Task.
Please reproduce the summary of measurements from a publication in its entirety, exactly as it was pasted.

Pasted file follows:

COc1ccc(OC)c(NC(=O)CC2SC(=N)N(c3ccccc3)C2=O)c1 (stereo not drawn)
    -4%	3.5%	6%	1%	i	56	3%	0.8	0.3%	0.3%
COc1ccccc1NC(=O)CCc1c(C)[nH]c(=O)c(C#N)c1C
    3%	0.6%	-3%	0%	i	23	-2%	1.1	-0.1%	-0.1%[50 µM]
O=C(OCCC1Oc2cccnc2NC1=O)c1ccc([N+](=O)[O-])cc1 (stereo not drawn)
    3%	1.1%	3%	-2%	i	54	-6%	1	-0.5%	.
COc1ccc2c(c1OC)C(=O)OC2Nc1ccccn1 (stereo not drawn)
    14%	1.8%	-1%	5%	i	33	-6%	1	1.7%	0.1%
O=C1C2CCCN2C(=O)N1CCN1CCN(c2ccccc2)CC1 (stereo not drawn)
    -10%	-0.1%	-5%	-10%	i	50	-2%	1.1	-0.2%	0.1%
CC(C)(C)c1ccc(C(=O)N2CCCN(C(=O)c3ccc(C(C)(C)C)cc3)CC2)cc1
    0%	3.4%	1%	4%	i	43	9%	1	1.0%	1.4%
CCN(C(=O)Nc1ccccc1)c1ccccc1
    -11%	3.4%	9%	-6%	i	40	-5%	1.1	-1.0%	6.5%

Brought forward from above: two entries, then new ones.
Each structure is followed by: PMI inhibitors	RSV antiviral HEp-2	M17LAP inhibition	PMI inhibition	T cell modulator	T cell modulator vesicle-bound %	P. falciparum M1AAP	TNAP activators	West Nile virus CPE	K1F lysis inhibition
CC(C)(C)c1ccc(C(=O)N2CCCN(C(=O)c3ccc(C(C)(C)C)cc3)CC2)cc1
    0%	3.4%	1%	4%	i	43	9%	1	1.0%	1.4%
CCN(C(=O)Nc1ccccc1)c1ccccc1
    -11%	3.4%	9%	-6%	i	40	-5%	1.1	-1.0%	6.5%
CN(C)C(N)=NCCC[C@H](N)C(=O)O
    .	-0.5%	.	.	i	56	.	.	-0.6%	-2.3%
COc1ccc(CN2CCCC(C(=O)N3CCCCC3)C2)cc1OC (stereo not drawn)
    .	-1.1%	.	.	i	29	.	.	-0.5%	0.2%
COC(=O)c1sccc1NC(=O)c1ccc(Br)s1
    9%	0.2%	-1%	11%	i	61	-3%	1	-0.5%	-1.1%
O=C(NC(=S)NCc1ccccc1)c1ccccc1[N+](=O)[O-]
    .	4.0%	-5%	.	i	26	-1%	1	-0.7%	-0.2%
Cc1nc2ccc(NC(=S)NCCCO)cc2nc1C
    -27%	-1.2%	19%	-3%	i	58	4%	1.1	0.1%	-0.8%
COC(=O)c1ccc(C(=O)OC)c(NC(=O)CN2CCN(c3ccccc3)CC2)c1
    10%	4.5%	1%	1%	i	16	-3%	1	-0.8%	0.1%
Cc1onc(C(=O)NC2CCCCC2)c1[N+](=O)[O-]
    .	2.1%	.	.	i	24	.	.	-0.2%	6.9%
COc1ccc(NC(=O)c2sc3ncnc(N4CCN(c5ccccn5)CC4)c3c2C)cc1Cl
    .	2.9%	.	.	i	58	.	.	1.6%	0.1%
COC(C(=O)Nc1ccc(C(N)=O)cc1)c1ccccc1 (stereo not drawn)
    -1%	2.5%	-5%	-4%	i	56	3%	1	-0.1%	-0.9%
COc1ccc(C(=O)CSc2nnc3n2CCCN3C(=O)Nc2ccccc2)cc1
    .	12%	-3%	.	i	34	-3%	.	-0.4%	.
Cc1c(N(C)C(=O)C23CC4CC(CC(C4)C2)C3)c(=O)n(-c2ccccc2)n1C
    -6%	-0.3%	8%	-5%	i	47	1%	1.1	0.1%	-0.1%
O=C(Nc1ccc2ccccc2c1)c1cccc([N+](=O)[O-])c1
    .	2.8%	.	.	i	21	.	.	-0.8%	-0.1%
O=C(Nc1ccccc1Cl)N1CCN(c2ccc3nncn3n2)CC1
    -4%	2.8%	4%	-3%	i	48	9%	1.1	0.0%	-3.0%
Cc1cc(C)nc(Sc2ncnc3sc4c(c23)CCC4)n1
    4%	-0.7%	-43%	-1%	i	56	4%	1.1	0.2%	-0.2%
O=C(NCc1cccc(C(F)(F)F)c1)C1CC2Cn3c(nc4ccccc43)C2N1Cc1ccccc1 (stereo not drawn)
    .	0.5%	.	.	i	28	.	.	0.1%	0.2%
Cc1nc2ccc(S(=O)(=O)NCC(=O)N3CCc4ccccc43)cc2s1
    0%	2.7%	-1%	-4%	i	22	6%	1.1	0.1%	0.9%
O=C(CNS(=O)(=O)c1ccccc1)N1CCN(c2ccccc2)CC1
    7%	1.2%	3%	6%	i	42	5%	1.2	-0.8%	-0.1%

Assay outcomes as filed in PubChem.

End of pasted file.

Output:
COc1ccc(OC)c(NC(=O)CC2SC(=N)N(c3ccccc3)C2=O)c1 (stereo not drawn)
    -4%	3.5%	6%	1%	i	56	3%	0.8	0.3%	0.3%
COc1ccccc1NC(=O)CCc1c(C)[nH]c(=O)c(C#N)c1C
    3%	0.6%	-3%	0%	i	23	-2%	1.1	-0.1%	-0.1%[50 µM]
O=C(OCCC1Oc2cccnc2NC1=O)c1ccc([N+](=O)[O-])cc1 (stereo not drawn)
    3%	1.1%	3%	-2%	i	54	-6%	1	-0.5%	.
COc1ccc2c(c1OC)C(=O)OC2Nc1ccccn1 (stereo not drawn)
    14%	1.8%	-1%	5%	i	33	-6%	1	1.7%	0.1%
O=C1C2CCCN2C(=O)N1CCN1CCN(c2ccccc2)CC1 (stereo not drawn)
    -10%	-0.1%	-5%	-10%	i	50	-2%	1.1	-0.2%	0.1%
CC(C)(C)c1ccc(C(=O)N2CCCN(C(=O)c3ccc(C(C)(C)C)cc3)CC2)cc1
    0%	3.4%	1%	4%	i	43	9%	1	1.0%	1.4%
CCN(C(=O)Nc1ccccc1)c1ccccc1
    -11%	3.4%	9%	-6%	i	40	-5%	1.1	-1.0%	6.5%

Brought forward from above: two entries, then new ones.
Each structure is followed by: PMI inhibitors	RSV antiviral HEp-2	M17LAP inhibition	PMI inhibition	T cell modulator	T cell modulator vesicle-bound %	P. falciparum M1AAP	TNAP activators	West Nile virus CPE	K1F lysis inhibition
CC(C)(C)c1ccc(C(=O)N2CCCN(C(=O)c3ccc(C(C)(C)C)cc3)CC2)cc1
    0%	3.4%	1%	4%	i	43	9%	1	1.0%	1.4%
CCN(C(=O)Nc1ccccc1)c1ccccc1
    -11%	3.4%	9%	-6%	i	40	-5%	1.1	-1.0%	6.5%
CN(C)C(N)=NCCC[C@H](N)C(=O)O
    .	-0.5%	.	.	i	56	.	.	-0.6%	-2.3%
COc1ccc(CN2CCCC(C(=O)N3CCCCC3)C2)cc1OC (stereo not drawn)
    .	-1.1%	.	.	i	29	.	.	-0.5%	0.2%
COC(=O)c1sccc1NC(=O)c1ccc(Br)s1
    9%	0.2%	-1%	11%	i	61	-3%	1	-0.5%	-1.1%
O=C(NC(=S)NCc1ccccc1)c1ccccc1[N+](=O)[O-]
    .	4.0%	-5%	.	i	26	-1%	1	-0.7%	-0.2%
Cc1nc2ccc(NC(=S)NCCCO)cc2nc1C
    -27%	-1.2%	19%	-3%	i	58	4%	1.1	0.1%	-0.8%
COC(=O)c1ccc(C(=O)OC)c(NC(=O)CN2CCN(c3ccccc3)CC2)c1
    10%	4.5%	1%	1%	i	16	-3%	1	-0.8%	0.1%
Cc1onc(C(=O)NC2CCCCC2)c1[N+](=O)[O-]
    .	2.1%	.	.	i	24	.	.	-0.2%	6.9%
COc1ccc(NC(=O)c2sc3ncnc(N4CCN(c5ccccn5)CC4)c3c2C)cc1Cl
    .	2.9%	.	.	i	58	.	.	1.6%	0.1%
COC(C(=O)Nc1ccc(C(N)=O)cc1)c1ccccc1 (stereo not drawn)
    -1%	2.5%	-5%	-4%	i	56	3%	1	-0.1%	-0.9%
COc1ccc(C(=O)CSc2nnc3n2CCCN3C(=O)Nc2ccccc2)cc1
    .	12%	-3%	.	i	34	-3%	.	-0.4%	.
Cc1c(N(C)C(=O)C23CC4CC(CC(C4)C2)C3)c(=O)n(-c2ccccc2)n1C
    -6%	-0.3%	8%	-5%	i	47	1%	1.1	0.1%	-0.1%
O=C(Nc1ccc2ccccc2c1)c1cccc([N+](=O)[O-])c1
    .	2.8%	.	.	i	21	.	.	-0.8%	-0.1%
O=C(Nc1ccccc1Cl)N1CCN(c2ccc3nncn3n2)CC1
    -4%	2.8%	4%	-3%	i	48	9%	1.1	0.0%	-3.0%
Cc1cc(C)nc(Sc2ncnc3sc4c(c23)CCC4)n1
    4%	-0.7%	-43%	-1%	i	56	4%	1.1	0.2%	-0.2%
O=C(NCc1cccc(C(F)(F)F)c1)C1CC2Cn3c(nc4ccccc43)C2N1Cc1ccccc1 (stereo not drawn)
    .	0.5%	.	.	i	28	.	.	0.1%	0.2%
Cc1nc2ccc(S(=O)(=O)NCC(=O)N3CCc4ccccc43)cc2s1
    0%	2.7%	-1%	-4%	i	22	6%	1.1	0.1%	0.9%
O=C(CNS(=O)(=O)c1ccccc1)N1CCN(c2ccccc2)CC1
    7%	1.2%	3%	6%	i	42	5%	1.2	-0.8%	-0.1%

Assay outcomes as filed in PubChem.